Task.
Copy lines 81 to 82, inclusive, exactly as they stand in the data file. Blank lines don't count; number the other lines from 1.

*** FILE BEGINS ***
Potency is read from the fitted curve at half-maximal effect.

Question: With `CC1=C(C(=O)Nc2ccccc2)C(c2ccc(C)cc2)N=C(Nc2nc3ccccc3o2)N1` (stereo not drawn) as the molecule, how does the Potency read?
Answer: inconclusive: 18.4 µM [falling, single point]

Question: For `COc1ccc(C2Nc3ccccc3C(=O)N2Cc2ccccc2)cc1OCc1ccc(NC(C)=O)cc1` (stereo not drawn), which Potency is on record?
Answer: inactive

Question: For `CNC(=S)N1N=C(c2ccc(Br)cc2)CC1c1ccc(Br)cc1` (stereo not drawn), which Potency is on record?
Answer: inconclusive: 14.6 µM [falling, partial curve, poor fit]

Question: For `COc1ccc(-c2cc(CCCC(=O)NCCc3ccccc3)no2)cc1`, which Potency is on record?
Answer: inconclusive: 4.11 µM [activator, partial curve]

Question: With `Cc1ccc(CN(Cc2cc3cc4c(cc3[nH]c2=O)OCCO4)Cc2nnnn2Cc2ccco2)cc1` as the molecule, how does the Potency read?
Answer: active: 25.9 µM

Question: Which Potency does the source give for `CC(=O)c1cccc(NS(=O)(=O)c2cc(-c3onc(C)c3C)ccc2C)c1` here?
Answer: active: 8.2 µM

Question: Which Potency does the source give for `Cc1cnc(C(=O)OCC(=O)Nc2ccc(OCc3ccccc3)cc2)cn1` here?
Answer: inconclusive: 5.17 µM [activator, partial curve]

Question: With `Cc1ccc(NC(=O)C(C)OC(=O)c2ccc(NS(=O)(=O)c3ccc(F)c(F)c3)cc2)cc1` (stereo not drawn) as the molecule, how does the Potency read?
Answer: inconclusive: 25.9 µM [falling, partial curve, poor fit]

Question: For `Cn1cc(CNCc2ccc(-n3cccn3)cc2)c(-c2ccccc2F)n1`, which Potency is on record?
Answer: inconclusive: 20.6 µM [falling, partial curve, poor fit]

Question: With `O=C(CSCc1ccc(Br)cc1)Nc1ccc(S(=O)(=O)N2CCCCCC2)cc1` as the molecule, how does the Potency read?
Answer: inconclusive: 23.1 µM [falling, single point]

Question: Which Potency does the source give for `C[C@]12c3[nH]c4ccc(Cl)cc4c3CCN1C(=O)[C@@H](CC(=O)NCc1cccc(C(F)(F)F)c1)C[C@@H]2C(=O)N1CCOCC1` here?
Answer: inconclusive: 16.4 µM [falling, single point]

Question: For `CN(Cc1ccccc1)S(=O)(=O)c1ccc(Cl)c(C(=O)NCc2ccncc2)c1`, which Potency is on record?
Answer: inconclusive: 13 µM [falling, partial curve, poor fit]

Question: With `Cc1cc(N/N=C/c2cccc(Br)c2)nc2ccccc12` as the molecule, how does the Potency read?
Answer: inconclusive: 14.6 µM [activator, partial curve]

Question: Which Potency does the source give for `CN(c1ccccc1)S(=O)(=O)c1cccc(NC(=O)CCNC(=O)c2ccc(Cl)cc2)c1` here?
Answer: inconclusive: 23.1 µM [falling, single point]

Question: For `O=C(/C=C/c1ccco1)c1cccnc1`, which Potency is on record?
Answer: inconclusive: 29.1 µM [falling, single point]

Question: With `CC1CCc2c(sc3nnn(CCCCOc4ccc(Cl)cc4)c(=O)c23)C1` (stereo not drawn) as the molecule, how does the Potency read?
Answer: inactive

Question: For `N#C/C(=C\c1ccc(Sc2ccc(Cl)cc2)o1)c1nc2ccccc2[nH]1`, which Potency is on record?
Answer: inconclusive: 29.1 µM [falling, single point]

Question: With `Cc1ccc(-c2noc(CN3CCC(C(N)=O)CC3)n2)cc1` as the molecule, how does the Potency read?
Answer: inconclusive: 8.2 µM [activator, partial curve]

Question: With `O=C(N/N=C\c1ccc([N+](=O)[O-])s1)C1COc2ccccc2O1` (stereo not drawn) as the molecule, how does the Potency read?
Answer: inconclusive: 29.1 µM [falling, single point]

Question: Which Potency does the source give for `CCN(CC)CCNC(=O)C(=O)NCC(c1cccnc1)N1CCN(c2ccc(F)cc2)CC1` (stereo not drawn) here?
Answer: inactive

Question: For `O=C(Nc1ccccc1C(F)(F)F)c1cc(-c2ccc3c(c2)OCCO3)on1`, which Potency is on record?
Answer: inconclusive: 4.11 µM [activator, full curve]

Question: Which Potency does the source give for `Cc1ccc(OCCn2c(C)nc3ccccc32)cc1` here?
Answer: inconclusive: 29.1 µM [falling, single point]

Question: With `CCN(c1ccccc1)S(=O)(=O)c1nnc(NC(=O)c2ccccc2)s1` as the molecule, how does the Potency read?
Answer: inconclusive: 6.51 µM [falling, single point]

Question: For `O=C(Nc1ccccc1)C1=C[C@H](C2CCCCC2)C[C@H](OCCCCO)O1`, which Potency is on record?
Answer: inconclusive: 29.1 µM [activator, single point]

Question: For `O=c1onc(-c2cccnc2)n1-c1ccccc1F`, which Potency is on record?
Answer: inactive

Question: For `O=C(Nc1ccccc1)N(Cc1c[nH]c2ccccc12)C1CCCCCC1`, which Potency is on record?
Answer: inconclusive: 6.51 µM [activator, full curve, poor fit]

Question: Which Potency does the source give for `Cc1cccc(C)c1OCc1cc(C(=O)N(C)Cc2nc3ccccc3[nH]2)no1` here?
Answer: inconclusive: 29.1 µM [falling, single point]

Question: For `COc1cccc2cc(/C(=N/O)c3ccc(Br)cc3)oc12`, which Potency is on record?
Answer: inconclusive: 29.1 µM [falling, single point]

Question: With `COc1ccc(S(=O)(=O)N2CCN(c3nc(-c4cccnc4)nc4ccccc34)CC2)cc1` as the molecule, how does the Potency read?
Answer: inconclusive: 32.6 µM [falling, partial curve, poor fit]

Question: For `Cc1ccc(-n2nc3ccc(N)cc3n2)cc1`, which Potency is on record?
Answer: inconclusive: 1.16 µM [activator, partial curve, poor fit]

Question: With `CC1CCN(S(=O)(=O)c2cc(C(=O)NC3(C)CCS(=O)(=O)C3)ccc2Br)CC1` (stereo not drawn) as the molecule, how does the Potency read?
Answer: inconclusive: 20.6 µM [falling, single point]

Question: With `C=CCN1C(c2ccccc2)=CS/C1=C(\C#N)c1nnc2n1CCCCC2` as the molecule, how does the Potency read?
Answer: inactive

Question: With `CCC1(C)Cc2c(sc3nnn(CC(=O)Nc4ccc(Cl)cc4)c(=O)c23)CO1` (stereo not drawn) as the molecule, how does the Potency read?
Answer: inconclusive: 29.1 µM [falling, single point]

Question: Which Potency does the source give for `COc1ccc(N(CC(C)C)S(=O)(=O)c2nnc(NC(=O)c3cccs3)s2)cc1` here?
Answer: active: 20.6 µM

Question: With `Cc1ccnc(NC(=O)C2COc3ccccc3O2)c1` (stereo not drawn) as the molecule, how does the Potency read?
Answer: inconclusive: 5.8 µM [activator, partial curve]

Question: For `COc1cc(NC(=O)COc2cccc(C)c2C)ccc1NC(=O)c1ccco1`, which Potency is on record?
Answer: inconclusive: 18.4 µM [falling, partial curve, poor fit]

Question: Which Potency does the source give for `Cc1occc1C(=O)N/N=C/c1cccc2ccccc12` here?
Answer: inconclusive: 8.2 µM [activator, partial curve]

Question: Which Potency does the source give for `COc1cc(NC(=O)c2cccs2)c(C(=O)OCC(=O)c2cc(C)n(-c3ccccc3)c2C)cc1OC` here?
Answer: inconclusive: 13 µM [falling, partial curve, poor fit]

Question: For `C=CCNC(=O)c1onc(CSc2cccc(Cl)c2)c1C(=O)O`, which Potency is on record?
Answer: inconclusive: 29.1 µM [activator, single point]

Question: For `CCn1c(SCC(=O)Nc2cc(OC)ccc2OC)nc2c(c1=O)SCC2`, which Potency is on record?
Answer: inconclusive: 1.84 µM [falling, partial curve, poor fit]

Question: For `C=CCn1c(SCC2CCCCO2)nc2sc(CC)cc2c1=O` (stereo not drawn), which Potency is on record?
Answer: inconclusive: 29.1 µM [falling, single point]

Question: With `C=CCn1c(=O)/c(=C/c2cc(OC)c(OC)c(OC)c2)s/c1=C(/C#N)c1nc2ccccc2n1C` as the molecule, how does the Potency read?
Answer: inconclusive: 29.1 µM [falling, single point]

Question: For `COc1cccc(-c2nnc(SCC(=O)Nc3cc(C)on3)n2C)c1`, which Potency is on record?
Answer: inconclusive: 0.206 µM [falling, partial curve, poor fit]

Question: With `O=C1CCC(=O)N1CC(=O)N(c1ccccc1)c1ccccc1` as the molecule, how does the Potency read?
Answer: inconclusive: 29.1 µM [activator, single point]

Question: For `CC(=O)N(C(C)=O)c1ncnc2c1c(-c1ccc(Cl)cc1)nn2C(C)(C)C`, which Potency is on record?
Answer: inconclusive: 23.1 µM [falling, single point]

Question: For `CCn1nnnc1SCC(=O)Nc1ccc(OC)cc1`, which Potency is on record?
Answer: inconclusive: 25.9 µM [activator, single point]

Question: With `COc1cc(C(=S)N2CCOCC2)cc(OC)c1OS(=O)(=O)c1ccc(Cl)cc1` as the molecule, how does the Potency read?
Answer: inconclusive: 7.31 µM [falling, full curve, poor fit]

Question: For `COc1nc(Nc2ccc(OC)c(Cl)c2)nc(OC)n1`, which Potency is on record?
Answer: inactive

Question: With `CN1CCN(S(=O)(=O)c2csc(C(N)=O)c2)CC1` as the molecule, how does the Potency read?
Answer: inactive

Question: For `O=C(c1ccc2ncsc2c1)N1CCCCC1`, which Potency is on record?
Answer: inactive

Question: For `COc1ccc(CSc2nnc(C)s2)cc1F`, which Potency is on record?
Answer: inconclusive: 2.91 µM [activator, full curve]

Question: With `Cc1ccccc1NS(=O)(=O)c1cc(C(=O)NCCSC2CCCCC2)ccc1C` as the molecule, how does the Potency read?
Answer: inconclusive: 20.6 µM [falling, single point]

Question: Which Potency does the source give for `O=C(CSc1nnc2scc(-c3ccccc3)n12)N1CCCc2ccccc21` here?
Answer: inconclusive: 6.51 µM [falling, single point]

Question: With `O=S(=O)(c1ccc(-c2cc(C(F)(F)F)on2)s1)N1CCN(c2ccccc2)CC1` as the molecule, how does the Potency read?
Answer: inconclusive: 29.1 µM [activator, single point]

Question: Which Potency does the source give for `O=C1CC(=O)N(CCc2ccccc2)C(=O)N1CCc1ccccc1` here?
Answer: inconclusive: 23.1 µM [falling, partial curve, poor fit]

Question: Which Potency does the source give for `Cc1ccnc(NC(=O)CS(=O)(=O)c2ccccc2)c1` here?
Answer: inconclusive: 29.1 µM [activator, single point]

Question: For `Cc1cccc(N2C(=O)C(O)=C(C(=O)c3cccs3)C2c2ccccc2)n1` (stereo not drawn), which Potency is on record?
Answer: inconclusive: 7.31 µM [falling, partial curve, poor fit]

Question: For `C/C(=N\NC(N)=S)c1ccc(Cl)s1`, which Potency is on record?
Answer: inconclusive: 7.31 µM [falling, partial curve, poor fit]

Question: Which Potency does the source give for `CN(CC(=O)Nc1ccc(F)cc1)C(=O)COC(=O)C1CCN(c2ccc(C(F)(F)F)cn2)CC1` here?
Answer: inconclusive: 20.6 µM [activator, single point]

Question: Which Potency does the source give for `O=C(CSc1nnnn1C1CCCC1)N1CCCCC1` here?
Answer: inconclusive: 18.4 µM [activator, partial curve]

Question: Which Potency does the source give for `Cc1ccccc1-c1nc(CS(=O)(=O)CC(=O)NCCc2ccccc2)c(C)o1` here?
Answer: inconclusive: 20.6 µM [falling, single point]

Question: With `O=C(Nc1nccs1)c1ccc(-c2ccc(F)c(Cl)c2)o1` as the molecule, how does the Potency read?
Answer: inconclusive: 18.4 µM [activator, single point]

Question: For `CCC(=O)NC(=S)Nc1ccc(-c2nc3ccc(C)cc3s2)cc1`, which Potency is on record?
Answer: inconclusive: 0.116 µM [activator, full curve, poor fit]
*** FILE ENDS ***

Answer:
Answer: inconclusive: 1.84 µM [falling, partial curve, poor fit]

Question: For `C=CCn1c(SCC2CCCCO2)nc2sc(CC)cc2c1=O` (stereo not drawn), which Potency is on record?